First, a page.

I’m in a jungle, en route to a cenote I’ve never been to. The people I’m with are work peers, though I don’t know their names and none of them seem familiar to me. The terrain almost feels like a movie set, like how Gilligan’s Island didn’t ever seem like a legitimate jungle.
We reach the cenote and the water is deep but clear, allowing us to see all the way to the bottom. There is an island in the center, creating a donut shape for the pool, almost like a lazy river. I know it’s time to get in the water and I’m looking forward to it, only mildly aware that what I’m about to do is actually work and I need to be prepared. I get myself together and jump carelessly into the serene pool. Then I dip underwater.
I realize quickly that there is another world beneath the water’s surface and it’s wild; what I’m here to do is dangerous. A treacherous current rips around the center island carrying giant red snappers, snakes and spiders. They go around and around with no apparent reasoning. I learn that my goal is to grab the enormous fish by inserting my hand in their mouths and grabbing whatever I can – most likely their teeth – and then hoisting them out of the water and onto the jungle floor. It’s not that different from how I’ve seen people ‘noodle’ for catfish in Oklahoma, but it’s a scary sport and I feel compelled to keep up with the people I’m with.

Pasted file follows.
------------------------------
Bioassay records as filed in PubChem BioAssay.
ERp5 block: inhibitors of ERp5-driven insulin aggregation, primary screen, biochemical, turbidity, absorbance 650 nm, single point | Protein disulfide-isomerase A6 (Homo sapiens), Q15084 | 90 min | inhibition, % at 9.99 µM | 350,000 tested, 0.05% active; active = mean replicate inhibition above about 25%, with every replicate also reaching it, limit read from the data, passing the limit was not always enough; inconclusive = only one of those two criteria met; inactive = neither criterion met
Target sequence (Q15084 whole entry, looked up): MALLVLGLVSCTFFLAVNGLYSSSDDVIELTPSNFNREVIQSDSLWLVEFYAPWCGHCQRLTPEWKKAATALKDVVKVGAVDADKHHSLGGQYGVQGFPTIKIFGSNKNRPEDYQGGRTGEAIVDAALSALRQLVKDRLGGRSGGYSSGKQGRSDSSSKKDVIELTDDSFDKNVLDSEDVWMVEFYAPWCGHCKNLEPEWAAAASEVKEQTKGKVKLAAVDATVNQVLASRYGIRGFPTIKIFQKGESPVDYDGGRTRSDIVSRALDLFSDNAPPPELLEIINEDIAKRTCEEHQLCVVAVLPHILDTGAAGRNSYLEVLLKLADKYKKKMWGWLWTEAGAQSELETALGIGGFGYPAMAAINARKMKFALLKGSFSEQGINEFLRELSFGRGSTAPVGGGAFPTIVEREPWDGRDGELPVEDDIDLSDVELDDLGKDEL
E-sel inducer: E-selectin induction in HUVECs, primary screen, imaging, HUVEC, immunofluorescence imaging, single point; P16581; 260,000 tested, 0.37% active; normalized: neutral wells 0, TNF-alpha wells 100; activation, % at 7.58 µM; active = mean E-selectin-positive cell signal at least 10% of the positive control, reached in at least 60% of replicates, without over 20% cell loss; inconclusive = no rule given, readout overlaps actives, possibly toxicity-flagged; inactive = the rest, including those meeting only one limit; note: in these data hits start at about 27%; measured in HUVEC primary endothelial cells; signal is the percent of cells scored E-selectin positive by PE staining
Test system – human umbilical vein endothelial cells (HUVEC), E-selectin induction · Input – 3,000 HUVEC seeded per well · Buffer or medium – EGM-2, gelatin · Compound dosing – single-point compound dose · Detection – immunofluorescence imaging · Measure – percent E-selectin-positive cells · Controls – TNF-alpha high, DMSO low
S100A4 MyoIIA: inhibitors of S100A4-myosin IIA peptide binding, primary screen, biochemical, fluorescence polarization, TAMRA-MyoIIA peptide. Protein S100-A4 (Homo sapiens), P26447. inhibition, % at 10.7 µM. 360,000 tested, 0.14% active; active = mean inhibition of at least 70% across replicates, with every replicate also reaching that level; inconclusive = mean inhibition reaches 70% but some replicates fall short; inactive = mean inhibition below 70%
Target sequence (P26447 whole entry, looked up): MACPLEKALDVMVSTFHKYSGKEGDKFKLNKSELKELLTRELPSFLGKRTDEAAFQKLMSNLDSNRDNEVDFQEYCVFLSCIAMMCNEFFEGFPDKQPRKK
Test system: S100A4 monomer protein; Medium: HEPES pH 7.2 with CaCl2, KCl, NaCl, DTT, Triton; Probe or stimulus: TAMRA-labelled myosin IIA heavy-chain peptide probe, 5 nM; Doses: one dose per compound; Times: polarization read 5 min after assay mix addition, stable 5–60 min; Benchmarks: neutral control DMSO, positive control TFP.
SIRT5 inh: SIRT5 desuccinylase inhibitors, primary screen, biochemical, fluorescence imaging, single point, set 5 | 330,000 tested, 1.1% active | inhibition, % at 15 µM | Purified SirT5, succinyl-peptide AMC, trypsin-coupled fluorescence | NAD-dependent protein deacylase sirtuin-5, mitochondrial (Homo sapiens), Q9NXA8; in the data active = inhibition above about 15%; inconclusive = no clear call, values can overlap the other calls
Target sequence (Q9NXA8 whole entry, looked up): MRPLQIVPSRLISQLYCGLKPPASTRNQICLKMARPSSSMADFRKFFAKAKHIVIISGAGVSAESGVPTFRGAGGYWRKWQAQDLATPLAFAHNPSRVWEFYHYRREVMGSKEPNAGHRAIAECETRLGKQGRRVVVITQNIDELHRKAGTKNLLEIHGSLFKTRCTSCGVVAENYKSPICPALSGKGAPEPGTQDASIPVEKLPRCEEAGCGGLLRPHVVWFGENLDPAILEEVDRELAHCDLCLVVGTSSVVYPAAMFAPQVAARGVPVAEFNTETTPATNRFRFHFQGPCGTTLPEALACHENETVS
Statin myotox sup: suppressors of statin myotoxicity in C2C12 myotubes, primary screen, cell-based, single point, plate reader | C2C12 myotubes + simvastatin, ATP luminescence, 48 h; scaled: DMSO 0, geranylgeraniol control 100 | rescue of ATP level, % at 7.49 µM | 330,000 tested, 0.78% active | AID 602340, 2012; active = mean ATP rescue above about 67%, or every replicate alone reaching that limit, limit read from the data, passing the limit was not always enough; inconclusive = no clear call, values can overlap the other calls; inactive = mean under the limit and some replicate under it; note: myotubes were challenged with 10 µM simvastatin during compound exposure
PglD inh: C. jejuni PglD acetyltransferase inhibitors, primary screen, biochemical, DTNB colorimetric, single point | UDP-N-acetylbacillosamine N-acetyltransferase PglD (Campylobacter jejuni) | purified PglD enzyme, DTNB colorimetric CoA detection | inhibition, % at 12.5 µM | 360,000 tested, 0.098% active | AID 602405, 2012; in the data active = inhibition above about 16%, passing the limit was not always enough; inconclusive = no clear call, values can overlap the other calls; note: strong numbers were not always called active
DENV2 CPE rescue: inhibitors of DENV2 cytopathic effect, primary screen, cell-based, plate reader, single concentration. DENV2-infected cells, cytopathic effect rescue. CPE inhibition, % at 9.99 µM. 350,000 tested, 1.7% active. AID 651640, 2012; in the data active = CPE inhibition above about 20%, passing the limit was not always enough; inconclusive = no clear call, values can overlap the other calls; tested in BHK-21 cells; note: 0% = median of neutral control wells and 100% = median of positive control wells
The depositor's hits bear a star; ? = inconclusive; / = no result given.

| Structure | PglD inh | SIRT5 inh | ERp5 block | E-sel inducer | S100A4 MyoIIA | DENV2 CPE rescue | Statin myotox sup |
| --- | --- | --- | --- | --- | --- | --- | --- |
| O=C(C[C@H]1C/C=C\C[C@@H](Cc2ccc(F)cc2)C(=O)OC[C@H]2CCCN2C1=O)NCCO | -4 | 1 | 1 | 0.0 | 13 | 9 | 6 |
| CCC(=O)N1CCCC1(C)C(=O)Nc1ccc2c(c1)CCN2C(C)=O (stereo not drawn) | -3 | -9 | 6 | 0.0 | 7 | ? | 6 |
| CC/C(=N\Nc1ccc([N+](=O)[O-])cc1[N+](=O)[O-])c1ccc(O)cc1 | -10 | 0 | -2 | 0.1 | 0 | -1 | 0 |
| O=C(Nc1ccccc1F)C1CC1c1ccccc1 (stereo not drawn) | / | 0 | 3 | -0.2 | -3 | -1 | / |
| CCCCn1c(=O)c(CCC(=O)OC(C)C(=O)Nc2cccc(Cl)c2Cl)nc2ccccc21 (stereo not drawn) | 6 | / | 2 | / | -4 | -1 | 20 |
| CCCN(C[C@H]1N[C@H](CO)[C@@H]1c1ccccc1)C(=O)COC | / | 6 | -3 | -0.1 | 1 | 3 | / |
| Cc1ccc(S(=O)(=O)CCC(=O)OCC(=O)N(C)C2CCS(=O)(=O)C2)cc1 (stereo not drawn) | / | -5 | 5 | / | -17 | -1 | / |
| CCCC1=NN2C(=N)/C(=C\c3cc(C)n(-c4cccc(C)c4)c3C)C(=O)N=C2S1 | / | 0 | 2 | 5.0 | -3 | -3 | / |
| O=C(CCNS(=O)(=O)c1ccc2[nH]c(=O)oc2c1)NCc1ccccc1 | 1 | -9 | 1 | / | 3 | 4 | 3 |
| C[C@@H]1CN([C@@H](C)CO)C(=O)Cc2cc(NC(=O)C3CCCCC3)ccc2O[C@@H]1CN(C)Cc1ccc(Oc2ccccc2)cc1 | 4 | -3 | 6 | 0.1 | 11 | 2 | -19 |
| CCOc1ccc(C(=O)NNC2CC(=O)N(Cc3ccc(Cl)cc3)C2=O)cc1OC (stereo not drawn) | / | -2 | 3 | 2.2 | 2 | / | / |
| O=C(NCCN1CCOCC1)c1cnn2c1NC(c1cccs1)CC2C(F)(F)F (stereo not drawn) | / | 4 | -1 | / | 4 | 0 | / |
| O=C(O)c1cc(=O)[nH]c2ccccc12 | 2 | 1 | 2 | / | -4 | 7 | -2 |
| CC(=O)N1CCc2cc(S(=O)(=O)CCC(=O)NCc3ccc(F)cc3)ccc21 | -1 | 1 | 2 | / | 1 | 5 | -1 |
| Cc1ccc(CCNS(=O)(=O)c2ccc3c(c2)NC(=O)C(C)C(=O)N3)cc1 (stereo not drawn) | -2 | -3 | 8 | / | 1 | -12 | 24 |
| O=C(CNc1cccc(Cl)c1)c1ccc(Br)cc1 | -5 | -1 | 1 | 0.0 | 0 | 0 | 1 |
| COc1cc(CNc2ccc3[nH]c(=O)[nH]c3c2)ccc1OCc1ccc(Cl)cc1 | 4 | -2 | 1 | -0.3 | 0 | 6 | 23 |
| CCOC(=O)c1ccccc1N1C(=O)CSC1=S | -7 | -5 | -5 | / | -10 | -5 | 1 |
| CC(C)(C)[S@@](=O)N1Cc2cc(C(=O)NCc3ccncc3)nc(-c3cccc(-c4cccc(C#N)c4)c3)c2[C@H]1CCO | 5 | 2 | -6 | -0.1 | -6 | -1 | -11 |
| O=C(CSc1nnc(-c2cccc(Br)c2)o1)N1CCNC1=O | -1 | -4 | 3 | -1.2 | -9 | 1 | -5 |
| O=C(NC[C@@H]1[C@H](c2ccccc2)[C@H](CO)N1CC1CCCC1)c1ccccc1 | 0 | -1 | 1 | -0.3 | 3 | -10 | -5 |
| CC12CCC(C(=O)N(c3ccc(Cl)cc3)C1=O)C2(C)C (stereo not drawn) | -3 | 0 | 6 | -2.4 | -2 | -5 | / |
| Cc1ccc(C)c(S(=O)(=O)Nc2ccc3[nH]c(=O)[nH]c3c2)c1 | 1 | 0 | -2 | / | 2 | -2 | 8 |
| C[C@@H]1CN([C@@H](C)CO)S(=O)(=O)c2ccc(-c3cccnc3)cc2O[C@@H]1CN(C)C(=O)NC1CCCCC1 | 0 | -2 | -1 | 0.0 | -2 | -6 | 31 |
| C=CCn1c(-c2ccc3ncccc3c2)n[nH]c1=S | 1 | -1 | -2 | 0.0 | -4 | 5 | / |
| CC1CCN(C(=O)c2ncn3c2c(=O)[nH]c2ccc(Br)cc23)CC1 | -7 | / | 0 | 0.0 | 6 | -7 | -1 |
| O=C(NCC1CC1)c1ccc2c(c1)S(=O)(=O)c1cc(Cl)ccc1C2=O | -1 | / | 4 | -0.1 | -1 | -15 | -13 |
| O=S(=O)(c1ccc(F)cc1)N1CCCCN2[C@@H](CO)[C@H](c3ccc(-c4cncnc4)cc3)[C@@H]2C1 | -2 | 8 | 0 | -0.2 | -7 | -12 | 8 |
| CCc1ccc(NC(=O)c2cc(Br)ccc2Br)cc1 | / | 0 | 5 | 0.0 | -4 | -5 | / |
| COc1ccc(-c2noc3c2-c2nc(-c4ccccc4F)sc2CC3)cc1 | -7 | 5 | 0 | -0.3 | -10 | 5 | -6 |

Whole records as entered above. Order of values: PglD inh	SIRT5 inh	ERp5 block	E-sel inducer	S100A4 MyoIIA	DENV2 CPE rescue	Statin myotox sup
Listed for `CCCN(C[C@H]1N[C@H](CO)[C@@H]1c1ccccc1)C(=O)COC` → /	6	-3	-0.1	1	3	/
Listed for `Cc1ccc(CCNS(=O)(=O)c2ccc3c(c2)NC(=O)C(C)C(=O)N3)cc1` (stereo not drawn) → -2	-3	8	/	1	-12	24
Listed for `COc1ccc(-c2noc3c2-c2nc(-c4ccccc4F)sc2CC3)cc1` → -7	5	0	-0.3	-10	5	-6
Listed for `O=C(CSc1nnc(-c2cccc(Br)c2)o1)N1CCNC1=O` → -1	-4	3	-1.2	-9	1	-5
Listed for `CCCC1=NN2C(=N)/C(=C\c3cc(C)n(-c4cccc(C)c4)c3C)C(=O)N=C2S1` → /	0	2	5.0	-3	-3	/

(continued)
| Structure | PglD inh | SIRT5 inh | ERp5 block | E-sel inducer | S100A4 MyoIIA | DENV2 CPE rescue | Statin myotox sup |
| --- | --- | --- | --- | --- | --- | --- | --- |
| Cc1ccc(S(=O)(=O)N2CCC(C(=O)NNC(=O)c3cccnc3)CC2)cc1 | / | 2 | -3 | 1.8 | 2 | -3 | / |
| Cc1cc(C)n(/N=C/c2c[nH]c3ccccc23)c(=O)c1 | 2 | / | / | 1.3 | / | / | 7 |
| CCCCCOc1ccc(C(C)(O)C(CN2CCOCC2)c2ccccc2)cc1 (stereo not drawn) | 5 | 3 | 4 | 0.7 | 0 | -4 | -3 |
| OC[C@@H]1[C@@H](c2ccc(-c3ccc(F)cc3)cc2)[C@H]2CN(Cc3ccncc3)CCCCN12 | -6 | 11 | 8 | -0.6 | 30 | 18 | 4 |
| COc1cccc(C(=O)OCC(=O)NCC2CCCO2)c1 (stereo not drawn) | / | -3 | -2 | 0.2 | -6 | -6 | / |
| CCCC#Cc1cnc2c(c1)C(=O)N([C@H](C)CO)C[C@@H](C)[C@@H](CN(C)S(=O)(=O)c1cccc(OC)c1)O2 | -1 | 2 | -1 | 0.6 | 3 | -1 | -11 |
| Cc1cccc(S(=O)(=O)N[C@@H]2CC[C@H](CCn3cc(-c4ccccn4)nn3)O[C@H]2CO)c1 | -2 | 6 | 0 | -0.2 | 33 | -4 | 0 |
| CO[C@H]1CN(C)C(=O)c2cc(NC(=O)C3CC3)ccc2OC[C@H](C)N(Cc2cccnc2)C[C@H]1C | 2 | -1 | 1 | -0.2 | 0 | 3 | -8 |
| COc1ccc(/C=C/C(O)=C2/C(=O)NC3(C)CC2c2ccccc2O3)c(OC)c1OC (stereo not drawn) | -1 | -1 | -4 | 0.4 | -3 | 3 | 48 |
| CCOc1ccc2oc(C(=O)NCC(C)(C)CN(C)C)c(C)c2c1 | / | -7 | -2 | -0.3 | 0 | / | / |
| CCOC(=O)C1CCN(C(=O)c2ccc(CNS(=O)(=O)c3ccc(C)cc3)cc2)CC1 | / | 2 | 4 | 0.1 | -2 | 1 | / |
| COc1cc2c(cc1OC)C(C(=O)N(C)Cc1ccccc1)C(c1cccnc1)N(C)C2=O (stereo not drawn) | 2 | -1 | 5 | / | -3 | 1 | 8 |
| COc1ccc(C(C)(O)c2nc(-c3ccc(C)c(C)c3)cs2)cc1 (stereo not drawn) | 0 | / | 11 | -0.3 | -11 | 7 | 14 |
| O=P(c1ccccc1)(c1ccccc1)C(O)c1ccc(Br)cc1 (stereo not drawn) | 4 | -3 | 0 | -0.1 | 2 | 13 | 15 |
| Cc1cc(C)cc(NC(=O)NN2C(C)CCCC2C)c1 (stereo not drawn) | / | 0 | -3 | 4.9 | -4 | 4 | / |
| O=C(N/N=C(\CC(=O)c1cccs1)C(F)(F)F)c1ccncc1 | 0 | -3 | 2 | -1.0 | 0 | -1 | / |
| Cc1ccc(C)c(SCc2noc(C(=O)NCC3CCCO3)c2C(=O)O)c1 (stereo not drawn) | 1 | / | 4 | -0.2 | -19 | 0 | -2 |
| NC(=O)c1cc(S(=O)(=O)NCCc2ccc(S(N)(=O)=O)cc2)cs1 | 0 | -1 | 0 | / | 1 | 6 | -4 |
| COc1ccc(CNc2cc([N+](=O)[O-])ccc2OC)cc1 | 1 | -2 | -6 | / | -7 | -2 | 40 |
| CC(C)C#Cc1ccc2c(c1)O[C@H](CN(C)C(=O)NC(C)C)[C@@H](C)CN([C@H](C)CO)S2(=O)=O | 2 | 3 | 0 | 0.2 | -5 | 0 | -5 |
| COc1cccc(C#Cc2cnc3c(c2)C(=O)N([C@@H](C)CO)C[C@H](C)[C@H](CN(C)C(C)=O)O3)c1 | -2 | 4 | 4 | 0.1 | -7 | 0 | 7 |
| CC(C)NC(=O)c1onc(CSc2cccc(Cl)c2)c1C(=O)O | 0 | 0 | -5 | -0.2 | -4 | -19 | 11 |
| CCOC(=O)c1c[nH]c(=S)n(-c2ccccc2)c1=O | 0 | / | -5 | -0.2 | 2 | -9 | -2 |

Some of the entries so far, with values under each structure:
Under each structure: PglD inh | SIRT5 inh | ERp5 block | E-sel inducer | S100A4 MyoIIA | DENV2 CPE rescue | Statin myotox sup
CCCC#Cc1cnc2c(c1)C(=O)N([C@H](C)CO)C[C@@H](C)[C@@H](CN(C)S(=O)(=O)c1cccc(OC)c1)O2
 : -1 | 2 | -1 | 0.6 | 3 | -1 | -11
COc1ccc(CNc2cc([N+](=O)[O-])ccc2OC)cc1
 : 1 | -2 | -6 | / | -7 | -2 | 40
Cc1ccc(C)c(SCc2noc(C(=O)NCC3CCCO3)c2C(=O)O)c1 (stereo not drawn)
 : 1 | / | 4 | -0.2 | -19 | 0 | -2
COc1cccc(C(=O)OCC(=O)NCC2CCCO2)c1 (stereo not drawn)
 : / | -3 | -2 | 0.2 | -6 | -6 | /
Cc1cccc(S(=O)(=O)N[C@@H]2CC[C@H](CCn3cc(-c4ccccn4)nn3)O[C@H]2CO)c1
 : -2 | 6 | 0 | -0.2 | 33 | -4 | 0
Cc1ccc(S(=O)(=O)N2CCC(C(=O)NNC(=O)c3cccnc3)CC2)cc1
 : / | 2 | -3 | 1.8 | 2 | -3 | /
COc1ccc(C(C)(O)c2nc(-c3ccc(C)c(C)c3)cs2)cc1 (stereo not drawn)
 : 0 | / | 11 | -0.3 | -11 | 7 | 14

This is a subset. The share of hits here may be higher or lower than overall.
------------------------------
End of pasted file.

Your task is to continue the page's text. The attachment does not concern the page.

Several times I reach tentatively into the mouth of a large, passing fish and with each attempt I either pull away prematurely, out of fear, or the sharp edges of the fish’s teeth causes a gash in my hand or forearm and I begin to bleed. There is an anxiety swelling and it’s rooted in my inability to land even one fish while my peers seem to be having an easier time. I know if I can be successful one time it will increase my confidence; I’ll be able to identify the best way to secure the fish and will have an easier time moving forward. The anxiety of failing is more troubling than the trickling blood from the dozens of lacerations that are now mapping my forearms.
That’s true until I see an increase in the number of snakes. The current seems to be stronger as well, and moving more swiftly. I am getting pulled closer to the snakes, losing my balance worrying that I’m about to lose control…and then be consumed.
This dream reads like a vignette from a Freudian psychoanalysis textbook. My interpretation directs me almost immediately to work, where I’ve been struggling to feel confident in managing and leading a collection of people whose general existence is, for the most part, unimportant to me.
There are regular times where I suffer through a very strong belief that things are harder for me than they are for others, that my peers are more naturally skilled and capable of doing the work that I’m expected to do, that I should be better at my work and am only nanoseconds from being revealed as a fraudulent con man orchestrating the life and actions of a national political operative.
There are no indications that work is anything but good for me. Self-esteem and a hungering anxiety that can’t be soothed or sated, that perhaps exists without legitimacy…these are my ghosts. And they live inside me and fly around.